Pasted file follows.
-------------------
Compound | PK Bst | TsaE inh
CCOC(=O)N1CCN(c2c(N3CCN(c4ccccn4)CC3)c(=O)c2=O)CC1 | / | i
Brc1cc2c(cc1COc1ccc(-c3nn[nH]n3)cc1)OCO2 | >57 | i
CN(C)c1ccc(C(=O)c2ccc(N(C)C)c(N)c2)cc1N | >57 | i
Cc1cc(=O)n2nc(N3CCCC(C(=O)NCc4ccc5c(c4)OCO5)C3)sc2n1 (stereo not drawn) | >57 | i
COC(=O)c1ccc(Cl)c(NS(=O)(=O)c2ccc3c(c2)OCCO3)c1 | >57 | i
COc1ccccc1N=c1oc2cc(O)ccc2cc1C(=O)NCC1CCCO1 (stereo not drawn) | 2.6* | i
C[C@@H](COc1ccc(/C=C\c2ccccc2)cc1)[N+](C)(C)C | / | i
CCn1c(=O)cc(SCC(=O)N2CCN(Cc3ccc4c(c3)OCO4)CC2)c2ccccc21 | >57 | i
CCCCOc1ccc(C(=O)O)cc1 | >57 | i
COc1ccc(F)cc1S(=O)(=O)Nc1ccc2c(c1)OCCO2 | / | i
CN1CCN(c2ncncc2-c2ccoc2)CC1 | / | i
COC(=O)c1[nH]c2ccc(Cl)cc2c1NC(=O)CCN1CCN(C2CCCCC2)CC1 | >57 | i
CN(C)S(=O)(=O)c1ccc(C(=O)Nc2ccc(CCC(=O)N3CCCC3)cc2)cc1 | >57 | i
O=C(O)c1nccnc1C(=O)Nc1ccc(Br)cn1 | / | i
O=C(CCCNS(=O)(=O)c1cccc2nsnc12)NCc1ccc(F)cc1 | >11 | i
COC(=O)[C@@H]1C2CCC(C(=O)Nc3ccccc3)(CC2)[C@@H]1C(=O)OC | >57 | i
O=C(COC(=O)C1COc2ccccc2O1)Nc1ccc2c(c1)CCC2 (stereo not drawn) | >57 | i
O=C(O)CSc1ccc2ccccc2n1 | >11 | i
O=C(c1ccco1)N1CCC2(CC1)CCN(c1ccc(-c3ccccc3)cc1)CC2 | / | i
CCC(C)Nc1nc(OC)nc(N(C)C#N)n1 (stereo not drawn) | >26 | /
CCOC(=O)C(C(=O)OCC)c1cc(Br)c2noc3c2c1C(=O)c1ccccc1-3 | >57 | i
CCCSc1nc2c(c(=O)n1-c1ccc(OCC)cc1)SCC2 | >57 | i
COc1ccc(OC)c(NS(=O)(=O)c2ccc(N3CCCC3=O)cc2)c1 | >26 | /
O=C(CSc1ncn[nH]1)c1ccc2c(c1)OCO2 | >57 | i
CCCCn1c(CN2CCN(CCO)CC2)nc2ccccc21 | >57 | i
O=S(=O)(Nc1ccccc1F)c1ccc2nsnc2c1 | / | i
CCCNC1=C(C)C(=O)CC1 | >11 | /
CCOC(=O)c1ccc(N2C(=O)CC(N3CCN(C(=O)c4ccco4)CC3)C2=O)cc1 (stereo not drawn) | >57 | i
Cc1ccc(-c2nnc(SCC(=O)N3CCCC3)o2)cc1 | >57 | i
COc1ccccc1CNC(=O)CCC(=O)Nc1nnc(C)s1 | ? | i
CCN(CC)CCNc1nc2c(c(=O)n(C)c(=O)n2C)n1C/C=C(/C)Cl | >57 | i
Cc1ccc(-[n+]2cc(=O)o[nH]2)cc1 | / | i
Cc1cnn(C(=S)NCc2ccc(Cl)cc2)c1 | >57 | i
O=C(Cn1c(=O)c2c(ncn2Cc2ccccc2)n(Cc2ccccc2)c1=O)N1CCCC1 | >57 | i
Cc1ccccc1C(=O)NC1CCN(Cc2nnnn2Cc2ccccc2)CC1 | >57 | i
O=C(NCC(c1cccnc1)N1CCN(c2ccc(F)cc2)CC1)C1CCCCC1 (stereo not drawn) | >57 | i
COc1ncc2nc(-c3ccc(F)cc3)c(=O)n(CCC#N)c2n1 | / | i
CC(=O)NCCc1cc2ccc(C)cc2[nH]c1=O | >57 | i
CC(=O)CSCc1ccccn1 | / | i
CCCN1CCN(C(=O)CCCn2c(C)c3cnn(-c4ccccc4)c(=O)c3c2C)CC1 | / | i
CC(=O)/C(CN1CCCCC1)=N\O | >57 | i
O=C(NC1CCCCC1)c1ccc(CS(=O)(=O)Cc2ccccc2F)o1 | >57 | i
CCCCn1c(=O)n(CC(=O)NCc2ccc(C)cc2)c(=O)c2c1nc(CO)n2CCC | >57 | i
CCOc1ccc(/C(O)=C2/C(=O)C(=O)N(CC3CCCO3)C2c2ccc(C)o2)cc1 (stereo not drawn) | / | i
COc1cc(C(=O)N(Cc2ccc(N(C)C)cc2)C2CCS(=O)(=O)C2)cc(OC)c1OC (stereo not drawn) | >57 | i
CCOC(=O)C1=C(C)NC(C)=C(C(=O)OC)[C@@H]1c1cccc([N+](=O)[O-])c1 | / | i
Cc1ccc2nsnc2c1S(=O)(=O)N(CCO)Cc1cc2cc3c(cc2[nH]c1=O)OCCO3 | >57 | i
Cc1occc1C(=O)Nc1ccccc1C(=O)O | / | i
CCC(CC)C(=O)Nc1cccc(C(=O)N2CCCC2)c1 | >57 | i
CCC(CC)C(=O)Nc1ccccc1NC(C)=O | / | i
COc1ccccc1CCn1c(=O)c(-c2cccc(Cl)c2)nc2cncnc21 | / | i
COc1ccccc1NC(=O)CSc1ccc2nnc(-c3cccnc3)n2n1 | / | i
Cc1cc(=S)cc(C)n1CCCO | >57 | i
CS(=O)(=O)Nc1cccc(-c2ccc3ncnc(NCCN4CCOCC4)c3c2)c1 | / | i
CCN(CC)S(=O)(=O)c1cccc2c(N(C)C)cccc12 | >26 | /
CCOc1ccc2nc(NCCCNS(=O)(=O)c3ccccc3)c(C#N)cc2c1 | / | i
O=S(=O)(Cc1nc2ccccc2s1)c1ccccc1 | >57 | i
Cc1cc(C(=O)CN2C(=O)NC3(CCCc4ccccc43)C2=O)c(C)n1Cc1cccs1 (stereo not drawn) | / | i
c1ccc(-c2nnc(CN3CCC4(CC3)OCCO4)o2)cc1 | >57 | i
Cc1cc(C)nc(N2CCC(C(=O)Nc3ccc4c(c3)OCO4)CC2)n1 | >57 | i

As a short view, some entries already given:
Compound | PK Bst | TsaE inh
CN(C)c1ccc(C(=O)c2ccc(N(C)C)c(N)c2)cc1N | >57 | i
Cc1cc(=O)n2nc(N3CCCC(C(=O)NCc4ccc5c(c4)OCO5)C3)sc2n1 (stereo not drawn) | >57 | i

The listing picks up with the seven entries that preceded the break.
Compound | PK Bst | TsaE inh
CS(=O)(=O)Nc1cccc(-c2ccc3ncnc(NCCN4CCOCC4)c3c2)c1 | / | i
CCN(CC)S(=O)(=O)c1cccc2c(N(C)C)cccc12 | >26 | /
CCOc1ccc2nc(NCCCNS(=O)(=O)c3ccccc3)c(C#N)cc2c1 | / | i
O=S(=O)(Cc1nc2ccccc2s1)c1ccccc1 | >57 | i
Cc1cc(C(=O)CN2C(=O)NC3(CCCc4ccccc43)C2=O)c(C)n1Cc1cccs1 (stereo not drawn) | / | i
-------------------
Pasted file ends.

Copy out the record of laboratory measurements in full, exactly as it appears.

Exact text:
Compound | PK Bst | TsaE inh
CCOC(=O)N1CCN(c2c(N3CCN(c4ccccn4)CC3)c(=O)c2=O)CC1 | / | i
Brc1cc2c(cc1COc1ccc(-c3nn[nH]n3)cc1)OCO2 | >57 | i
CN(C)c1ccc(C(=O)c2ccc(N(C)C)c(N)c2)cc1N | >57 | i
Cc1cc(=O)n2nc(N3CCCC(C(=O)NCc4ccc5c(c4)OCO5)C3)sc2n1 (stereo not drawn) | >57 | i
COC(=O)c1ccc(Cl)c(NS(=O)(=O)c2ccc3c(c2)OCCO3)c1 | >57 | i
COc1ccccc1N=c1oc2cc(O)ccc2cc1C(=O)NCC1CCCO1 (stereo not drawn) | 2.6* | i
C[C@@H](COc1ccc(/C=C\c2ccccc2)cc1)[N+](C)(C)C | / | i
CCn1c(=O)cc(SCC(=O)N2CCN(Cc3ccc4c(c3)OCO4)CC2)c2ccccc21 | >57 | i
CCCCOc1ccc(C(=O)O)cc1 | >57 | i
COc1ccc(F)cc1S(=O)(=O)Nc1ccc2c(c1)OCCO2 | / | i
CN1CCN(c2ncncc2-c2ccoc2)CC1 | / | i
COC(=O)c1[nH]c2ccc(Cl)cc2c1NC(=O)CCN1CCN(C2CCCCC2)CC1 | >57 | i
CN(C)S(=O)(=O)c1ccc(C(=O)Nc2ccc(CCC(=O)N3CCCC3)cc2)cc1 | >57 | i
O=C(O)c1nccnc1C(=O)Nc1ccc(Br)cn1 | / | i
O=C(CCCNS(=O)(=O)c1cccc2nsnc12)NCc1ccc(F)cc1 | >11 | i
COC(=O)[C@@H]1C2CCC(C(=O)Nc3ccccc3)(CC2)[C@@H]1C(=O)OC | >57 | i
O=C(COC(=O)C1COc2ccccc2O1)Nc1ccc2c(c1)CCC2 (stereo not drawn) | >57 | i
O=C(O)CSc1ccc2ccccc2n1 | >11 | i
O=C(c1ccco1)N1CCC2(CC1)CCN(c1ccc(-c3ccccc3)cc1)CC2 | / | i
CCC(C)Nc1nc(OC)nc(N(C)C#N)n1 (stereo not drawn) | >26 | /
CCOC(=O)C(C(=O)OCC)c1cc(Br)c2noc3c2c1C(=O)c1ccccc1-3 | >57 | i
CCCSc1nc2c(c(=O)n1-c1ccc(OCC)cc1)SCC2 | >57 | i
COc1ccc(OC)c(NS(=O)(=O)c2ccc(N3CCCC3=O)cc2)c1 | >26 | /
O=C(CSc1ncn[nH]1)c1ccc2c(c1)OCO2 | >57 | i
CCCCn1c(CN2CCN(CCO)CC2)nc2ccccc21 | >57 | i
O=S(=O)(Nc1ccccc1F)c1ccc2nsnc2c1 | / | i
CCCNC1=C(C)C(=O)CC1 | >11 | /
CCOC(=O)c1ccc(N2C(=O)CC(N3CCN(C(=O)c4ccco4)CC3)C2=O)cc1 (stereo not drawn) | >57 | i
Cc1ccc(-c2nnc(SCC(=O)N3CCCC3)o2)cc1 | >57 | i
COc1ccccc1CNC(=O)CCC(=O)Nc1nnc(C)s1 | ? | i
CCN(CC)CCNc1nc2c(c(=O)n(C)c(=O)n2C)n1C/C=C(/C)Cl | >57 | i
Cc1ccc(-[n+]2cc(=O)o[nH]2)cc1 | / | i
Cc1cnn(C(=S)NCc2ccc(Cl)cc2)c1 | >57 | i
O=C(Cn1c(=O)c2c(ncn2Cc2ccccc2)n(Cc2ccccc2)c1=O)N1CCCC1 | >57 | i
Cc1ccccc1C(=O)NC1CCN(Cc2nnnn2Cc2ccccc2)CC1 | >57 | i
O=C(NCC(c1cccnc1)N1CCN(c2ccc(F)cc2)CC1)C1CCCCC1 (stereo not drawn) | >57 | i
COc1ncc2nc(-c3ccc(F)cc3)c(=O)n(CCC#N)c2n1 | / | i
CC(=O)NCCc1cc2ccc(C)cc2[nH]c1=O | >57 | i
CC(=O)CSCc1ccccn1 | / | i
CCCN1CCN(C(=O)CCCn2c(C)c3cnn(-c4ccccc4)c(=O)c3c2C)CC1 | / | i
CC(=O)/C(CN1CCCCC1)=N\O | >57 | i
O=C(NC1CCCCC1)c1ccc(CS(=O)(=O)Cc2ccccc2F)o1 | >57 | i
CCCCn1c(=O)n(CC(=O)NCc2ccc(C)cc2)c(=O)c2c1nc(CO)n2CCC | >57 | i
CCOc1ccc(/C(O)=C2/C(=O)C(=O)N(CC3CCCO3)C2c2ccc(C)o2)cc1 (stereo not drawn) | / | i
COc1cc(C(=O)N(Cc2ccc(N(C)C)cc2)C2CCS(=O)(=O)C2)cc(OC)c1OC (stereo not drawn) | >57 | i
CCOC(=O)C1=C(C)NC(C)=C(C(=O)OC)[C@@H]1c1cccc([N+](=O)[O-])c1 | / | i
Cc1ccc2nsnc2c1S(=O)(=O)N(CCO)Cc1cc2cc3c(cc2[nH]c1=O)OCCO3 | >57 | i
Cc1occc1C(=O)Nc1ccccc1C(=O)O | / | i
CCC(CC)C(=O)Nc1cccc(C(=O)N2CCCC2)c1 | >57 | i
CCC(CC)C(=O)Nc1ccccc1NC(C)=O | / | i
COc1ccccc1CCn1c(=O)c(-c2cccc(Cl)c2)nc2cncnc21 | / | i
COc1ccccc1NC(=O)CSc1ccc2nnc(-c3cccnc3)n2n1 | / | i
Cc1cc(=S)cc(C)n1CCCO | >57 | i
CS(=O)(=O)Nc1cccc(-c2ccc3ncnc(NCCN4CCOCC4)c3c2)c1 | / | i
CCN(CC)S(=O)(=O)c1cccc2c(N(C)C)cccc12 | >26 | /
CCOc1ccc2nc(NCCCNS(=O)(=O)c3ccccc3)c(C#N)cc2c1 | / | i
O=S(=O)(Cc1nc2ccccc2s1)c1ccccc1 | >57 | i
Cc1cc(C(=O)CN2C(=O)NC3(CCCc4ccccc43)C2=O)c(C)n1Cc1cccs1 (stereo not drawn) | / | i
c1ccc(-c2nnc(CN3CCC4(CC3)OCCO4)o2)cc1 | >57 | i
Cc1cc(C)nc(N2CCC(C(=O)Nc3ccc4c(c3)OCO4)CC2)n1 | >57 | i

As a short view, some entries already given:
Compound | PK Bst | TsaE inh
CN(C)c1ccc(C(=O)c2ccc(N(C)C)c(N)c2)cc1N | >57 | i
Cc1cc(=O)n2nc(N3CCCC(C(=O)NCc4ccc5c(c4)OCO5)C3)sc2n1 (stereo not drawn) | >57 | i

The listing picks up with the seven entries that preceded the break.
Compound | PK Bst | TsaE inh
CS(=O)(=O)Nc1cccc(-c2ccc3ncnc(NCCN4CCOCC4)c3c2)c1 | / | i
CCN(CC)S(=O)(=O)c1cccc2c(N(C)C)cccc12 | >26 | /
CCOc1ccc2nc(NCCCNS(=O)(=O)c3ccccc3)c(C#N)cc2c1 | / | i
O=S(=O)(Cc1nc2ccccc2s1)c1ccccc1 | >57 | i
Cc1cc(C(=O)CN2C(=O)NC3(CCCc4ccccc43)C2=O)c(C)n1Cc1cccs1 (stereo not drawn) | / | i